The “Scene” series exhibited in this exhibition are the “misappropriation” of classic art schemas, and also a reversal of thinking of idols. For example, “Mao Zedong in Jinggang Mountain” is the rewriting of a classic historical painting by Luo Gongliu. Yue removed the original image of the character, and completed the scene, formed an empty scene. The previous familiar historical scene becomes an open stage, and it seems that history has passed away, or has never happened. It has formed a huge gap between the reality of this painting and the memory of history. These paintings mostly take thematic creations of a concentrated & unified logic thought process as the original images, which is also another form of image of an idol, and now the absence of idol also conveys the attitude and meditation in politics and history.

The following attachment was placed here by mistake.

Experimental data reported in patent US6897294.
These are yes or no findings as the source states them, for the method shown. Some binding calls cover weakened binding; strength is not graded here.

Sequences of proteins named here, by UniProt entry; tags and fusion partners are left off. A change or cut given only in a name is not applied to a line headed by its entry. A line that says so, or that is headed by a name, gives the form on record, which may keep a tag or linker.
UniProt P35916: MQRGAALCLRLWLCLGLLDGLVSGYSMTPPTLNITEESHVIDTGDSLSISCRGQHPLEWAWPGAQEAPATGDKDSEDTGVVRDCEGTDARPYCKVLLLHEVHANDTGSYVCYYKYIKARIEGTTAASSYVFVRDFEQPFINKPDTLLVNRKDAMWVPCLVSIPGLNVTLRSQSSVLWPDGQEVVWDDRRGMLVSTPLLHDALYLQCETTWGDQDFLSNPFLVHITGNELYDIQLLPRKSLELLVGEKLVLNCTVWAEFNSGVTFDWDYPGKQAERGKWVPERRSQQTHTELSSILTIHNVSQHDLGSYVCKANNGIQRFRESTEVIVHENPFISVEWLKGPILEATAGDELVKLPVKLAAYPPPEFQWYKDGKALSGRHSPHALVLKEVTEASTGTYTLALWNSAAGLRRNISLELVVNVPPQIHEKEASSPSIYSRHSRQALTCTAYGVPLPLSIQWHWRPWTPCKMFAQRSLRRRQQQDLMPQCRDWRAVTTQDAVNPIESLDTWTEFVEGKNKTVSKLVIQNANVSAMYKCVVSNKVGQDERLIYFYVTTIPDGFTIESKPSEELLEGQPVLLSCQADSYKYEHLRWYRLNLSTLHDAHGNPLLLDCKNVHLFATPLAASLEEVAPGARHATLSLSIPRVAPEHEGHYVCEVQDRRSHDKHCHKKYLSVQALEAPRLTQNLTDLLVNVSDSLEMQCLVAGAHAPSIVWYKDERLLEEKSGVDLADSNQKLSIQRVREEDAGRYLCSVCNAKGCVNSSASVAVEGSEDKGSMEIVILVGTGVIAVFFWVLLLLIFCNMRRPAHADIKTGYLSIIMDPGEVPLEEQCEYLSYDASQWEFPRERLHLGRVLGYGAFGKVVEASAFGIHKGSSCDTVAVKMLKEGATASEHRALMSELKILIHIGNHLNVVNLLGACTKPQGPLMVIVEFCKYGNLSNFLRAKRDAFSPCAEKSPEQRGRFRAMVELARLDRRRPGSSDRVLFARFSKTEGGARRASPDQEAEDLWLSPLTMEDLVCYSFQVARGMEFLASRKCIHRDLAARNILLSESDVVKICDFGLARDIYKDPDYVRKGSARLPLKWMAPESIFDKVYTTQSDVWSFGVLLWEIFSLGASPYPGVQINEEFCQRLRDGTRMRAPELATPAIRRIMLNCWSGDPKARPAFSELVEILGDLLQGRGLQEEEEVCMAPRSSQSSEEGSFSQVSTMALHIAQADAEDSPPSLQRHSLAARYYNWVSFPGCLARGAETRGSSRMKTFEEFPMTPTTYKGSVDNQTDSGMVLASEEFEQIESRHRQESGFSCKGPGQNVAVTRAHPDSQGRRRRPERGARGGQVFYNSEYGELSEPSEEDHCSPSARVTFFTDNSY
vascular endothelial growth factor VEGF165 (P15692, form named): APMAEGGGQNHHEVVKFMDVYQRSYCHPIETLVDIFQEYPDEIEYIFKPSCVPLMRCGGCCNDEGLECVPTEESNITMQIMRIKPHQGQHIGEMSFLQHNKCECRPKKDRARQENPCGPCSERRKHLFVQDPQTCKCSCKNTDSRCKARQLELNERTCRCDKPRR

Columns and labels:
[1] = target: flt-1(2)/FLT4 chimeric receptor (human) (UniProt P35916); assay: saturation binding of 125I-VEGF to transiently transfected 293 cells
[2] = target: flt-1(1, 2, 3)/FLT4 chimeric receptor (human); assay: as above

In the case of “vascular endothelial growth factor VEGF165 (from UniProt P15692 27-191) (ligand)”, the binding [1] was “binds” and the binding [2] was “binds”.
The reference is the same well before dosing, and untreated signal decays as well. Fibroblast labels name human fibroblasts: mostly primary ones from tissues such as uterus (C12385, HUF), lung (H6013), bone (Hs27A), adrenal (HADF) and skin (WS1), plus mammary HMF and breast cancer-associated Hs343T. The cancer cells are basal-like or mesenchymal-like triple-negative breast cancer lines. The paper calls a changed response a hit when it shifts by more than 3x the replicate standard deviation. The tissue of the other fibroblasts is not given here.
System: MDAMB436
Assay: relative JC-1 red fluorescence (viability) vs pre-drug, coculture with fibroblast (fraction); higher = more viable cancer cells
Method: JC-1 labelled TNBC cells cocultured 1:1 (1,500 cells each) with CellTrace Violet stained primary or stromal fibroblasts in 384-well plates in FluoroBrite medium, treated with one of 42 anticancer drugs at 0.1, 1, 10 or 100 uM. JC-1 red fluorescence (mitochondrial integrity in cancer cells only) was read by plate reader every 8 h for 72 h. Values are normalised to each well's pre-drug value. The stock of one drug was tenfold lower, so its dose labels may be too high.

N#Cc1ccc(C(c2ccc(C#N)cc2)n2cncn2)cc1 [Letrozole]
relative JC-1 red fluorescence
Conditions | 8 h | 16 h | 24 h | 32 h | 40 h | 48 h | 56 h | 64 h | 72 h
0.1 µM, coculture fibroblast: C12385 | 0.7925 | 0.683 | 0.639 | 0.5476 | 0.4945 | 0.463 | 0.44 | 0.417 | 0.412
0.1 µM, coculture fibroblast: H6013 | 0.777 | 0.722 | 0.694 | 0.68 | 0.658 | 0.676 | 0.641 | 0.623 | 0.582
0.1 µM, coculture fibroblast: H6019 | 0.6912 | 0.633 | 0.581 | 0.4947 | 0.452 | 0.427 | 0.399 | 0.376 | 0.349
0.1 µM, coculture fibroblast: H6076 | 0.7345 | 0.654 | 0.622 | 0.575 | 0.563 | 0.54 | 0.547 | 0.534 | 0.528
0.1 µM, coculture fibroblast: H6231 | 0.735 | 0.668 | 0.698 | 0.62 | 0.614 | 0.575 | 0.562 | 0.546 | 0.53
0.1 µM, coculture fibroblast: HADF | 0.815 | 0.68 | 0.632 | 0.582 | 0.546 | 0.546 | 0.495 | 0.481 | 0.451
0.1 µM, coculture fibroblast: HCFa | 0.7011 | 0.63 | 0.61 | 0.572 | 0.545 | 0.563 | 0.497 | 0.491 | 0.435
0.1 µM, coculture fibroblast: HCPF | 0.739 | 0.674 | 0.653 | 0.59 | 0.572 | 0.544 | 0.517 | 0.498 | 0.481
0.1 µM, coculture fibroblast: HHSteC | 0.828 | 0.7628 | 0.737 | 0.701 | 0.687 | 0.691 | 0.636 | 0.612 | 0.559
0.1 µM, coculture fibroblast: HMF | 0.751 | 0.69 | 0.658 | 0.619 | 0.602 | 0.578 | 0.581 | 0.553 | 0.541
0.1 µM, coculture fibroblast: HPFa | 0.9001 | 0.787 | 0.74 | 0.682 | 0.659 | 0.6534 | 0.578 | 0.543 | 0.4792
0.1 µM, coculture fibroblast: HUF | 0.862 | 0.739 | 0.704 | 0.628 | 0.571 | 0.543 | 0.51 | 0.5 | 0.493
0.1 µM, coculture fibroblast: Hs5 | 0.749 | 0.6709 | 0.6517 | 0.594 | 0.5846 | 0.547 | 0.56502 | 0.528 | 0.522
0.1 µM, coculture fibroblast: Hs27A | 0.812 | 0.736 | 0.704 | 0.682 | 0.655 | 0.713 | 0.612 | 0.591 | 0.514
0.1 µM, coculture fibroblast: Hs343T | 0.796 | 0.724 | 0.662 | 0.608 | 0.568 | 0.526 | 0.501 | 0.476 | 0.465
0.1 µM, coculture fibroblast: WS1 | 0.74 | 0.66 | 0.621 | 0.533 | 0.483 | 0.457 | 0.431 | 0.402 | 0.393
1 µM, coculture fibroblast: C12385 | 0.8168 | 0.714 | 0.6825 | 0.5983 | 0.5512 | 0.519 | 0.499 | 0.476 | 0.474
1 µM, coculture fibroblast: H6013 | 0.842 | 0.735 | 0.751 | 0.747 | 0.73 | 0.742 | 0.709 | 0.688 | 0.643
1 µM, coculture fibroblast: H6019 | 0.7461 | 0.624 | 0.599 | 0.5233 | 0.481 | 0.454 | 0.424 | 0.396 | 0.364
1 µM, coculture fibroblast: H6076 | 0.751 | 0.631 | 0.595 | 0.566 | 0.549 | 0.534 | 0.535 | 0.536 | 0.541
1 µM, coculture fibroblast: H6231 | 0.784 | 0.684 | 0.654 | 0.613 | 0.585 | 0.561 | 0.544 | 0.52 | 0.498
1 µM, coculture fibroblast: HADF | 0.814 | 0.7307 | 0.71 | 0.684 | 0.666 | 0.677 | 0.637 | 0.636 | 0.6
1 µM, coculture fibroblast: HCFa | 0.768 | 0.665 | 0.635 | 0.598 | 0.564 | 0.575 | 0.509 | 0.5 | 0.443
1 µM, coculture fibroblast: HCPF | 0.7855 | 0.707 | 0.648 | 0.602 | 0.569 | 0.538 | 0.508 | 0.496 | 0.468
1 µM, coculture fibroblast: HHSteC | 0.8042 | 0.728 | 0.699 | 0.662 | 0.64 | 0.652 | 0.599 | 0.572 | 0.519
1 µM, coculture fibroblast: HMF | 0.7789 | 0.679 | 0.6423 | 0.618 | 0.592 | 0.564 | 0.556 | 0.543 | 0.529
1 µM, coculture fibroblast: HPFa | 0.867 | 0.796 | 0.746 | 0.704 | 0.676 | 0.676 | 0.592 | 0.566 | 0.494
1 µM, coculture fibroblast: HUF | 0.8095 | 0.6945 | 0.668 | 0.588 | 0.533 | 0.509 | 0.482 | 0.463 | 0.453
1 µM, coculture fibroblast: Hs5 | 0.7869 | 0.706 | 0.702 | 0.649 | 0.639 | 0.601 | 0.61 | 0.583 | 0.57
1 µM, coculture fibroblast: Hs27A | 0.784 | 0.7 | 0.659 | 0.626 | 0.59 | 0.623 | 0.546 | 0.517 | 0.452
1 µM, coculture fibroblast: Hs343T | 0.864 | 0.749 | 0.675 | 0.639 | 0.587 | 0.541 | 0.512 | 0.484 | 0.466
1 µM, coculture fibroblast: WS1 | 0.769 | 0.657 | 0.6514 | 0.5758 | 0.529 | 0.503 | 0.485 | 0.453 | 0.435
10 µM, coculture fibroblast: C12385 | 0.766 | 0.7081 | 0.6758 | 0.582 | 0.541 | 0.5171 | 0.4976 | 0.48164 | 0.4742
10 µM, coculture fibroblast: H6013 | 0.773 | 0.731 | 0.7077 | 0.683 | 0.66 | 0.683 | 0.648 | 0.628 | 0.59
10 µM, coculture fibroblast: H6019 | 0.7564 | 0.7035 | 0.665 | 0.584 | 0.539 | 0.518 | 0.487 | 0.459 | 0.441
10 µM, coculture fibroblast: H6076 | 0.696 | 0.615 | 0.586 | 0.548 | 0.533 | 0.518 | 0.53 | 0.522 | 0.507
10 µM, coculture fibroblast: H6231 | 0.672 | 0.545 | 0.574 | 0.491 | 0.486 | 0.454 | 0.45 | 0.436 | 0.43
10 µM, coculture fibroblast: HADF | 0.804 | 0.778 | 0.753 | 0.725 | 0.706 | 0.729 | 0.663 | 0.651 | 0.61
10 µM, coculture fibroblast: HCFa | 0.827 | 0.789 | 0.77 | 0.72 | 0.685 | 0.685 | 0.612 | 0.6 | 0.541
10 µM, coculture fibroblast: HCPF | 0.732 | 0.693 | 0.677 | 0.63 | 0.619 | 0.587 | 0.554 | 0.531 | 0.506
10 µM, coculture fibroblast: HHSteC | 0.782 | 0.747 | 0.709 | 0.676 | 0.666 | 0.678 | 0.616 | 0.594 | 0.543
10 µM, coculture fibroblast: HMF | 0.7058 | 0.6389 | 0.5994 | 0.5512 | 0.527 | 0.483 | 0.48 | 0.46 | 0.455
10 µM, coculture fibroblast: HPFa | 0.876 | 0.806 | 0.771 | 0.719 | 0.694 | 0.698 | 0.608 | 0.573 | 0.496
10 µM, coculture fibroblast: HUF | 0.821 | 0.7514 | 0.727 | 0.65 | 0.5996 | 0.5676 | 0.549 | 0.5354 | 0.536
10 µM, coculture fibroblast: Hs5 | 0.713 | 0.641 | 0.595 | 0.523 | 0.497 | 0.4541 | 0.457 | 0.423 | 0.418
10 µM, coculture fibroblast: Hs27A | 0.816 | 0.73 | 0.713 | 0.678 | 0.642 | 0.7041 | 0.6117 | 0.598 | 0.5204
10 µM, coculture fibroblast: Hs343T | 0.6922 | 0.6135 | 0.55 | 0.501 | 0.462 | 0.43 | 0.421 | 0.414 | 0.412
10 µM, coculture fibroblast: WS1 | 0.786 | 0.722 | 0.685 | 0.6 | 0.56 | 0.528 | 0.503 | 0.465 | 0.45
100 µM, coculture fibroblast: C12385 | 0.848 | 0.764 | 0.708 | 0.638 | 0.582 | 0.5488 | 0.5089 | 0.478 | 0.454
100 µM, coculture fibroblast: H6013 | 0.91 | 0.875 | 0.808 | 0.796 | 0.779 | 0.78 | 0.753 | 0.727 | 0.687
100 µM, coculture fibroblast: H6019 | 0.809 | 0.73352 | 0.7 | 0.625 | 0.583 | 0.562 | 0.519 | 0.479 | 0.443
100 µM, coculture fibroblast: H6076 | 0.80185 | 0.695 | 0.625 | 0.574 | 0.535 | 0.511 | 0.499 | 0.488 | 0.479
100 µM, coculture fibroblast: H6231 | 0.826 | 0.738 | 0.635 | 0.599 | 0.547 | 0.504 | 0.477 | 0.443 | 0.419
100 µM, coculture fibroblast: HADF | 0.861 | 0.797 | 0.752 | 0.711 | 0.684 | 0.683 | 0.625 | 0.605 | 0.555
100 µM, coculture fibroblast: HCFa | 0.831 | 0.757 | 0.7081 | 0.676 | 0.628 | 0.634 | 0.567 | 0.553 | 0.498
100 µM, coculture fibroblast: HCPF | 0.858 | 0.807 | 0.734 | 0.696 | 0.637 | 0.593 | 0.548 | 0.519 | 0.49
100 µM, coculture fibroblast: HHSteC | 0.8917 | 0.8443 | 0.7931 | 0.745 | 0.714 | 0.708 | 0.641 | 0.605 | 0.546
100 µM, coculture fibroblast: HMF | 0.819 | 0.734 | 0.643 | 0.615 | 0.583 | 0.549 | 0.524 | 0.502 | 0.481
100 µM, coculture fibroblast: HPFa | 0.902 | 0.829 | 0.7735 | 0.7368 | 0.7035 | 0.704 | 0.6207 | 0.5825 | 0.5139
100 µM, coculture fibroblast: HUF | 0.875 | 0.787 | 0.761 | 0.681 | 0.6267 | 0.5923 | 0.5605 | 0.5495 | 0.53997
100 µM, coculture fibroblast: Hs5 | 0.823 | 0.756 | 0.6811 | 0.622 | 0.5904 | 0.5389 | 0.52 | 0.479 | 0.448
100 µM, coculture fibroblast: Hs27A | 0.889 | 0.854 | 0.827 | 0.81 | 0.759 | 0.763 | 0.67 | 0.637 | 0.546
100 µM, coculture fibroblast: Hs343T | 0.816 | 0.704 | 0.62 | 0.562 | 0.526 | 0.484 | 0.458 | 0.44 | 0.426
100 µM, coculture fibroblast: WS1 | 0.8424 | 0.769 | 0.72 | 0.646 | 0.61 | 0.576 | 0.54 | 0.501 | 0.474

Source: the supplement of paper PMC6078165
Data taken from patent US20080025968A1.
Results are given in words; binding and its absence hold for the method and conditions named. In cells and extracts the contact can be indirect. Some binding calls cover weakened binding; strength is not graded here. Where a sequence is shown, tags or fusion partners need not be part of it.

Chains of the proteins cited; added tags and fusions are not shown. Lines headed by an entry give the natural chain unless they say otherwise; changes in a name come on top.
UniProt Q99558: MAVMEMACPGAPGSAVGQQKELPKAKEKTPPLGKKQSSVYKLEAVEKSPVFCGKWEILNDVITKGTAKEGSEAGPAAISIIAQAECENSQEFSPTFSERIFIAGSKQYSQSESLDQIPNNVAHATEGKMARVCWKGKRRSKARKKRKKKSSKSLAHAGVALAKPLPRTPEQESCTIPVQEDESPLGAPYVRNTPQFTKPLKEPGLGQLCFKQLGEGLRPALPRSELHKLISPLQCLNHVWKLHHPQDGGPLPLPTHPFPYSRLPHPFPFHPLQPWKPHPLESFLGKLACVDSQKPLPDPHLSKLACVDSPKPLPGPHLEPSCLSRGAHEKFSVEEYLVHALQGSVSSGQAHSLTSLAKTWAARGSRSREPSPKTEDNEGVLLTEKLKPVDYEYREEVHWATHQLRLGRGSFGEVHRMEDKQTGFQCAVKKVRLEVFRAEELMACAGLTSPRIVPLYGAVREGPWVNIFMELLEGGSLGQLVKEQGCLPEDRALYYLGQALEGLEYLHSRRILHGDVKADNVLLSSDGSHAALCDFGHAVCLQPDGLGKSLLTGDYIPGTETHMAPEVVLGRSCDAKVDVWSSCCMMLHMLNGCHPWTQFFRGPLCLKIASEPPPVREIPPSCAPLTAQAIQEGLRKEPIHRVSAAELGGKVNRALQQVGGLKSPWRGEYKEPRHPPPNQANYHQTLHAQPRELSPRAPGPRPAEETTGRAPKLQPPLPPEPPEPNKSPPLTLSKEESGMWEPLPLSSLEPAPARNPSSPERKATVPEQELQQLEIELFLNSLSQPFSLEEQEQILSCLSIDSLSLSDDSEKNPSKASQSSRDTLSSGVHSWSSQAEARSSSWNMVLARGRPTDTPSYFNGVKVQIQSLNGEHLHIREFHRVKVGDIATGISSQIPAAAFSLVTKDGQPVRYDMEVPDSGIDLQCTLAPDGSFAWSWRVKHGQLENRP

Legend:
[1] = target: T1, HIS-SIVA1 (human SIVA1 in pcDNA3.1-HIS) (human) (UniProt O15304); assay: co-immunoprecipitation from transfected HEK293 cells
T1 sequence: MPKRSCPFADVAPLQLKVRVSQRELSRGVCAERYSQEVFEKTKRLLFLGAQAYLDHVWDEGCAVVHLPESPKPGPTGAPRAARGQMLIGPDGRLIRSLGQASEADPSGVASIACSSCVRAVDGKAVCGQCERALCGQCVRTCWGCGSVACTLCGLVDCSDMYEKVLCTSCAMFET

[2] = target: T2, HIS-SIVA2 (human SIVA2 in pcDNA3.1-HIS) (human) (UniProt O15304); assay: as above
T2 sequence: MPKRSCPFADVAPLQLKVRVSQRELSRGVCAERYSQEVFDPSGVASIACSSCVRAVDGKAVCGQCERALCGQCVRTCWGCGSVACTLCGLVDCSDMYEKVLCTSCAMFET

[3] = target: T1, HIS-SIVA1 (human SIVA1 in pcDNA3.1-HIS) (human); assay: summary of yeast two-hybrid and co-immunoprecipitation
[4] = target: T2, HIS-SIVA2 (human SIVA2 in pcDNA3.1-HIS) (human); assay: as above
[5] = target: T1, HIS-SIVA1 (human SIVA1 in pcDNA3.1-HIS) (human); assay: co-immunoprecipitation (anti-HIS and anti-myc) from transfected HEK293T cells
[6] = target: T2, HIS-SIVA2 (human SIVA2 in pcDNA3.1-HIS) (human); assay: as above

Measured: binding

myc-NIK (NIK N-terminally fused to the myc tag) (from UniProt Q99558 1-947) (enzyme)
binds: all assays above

These series of works on show at the exhibition are just a few fragments of Yue Minjun’s creation. His creative concentration is extremely distracting and the purpose of the exhibition is to think of why the era is rendered in such an artistic state, and through the works to convey the perception of social reality. This kind of thinking and presentation is obviously still going on. It is just as the “comma” of the headline of a work in the exhibition, it is only a phased stop rather than a “stop”. It continues to January 14, 2018.

Text and photo by Zhang Wenzhi/CAFA ART INFO

Translated by Chen Peihua and edited by Sue/CAFA ART INFO

Related posts: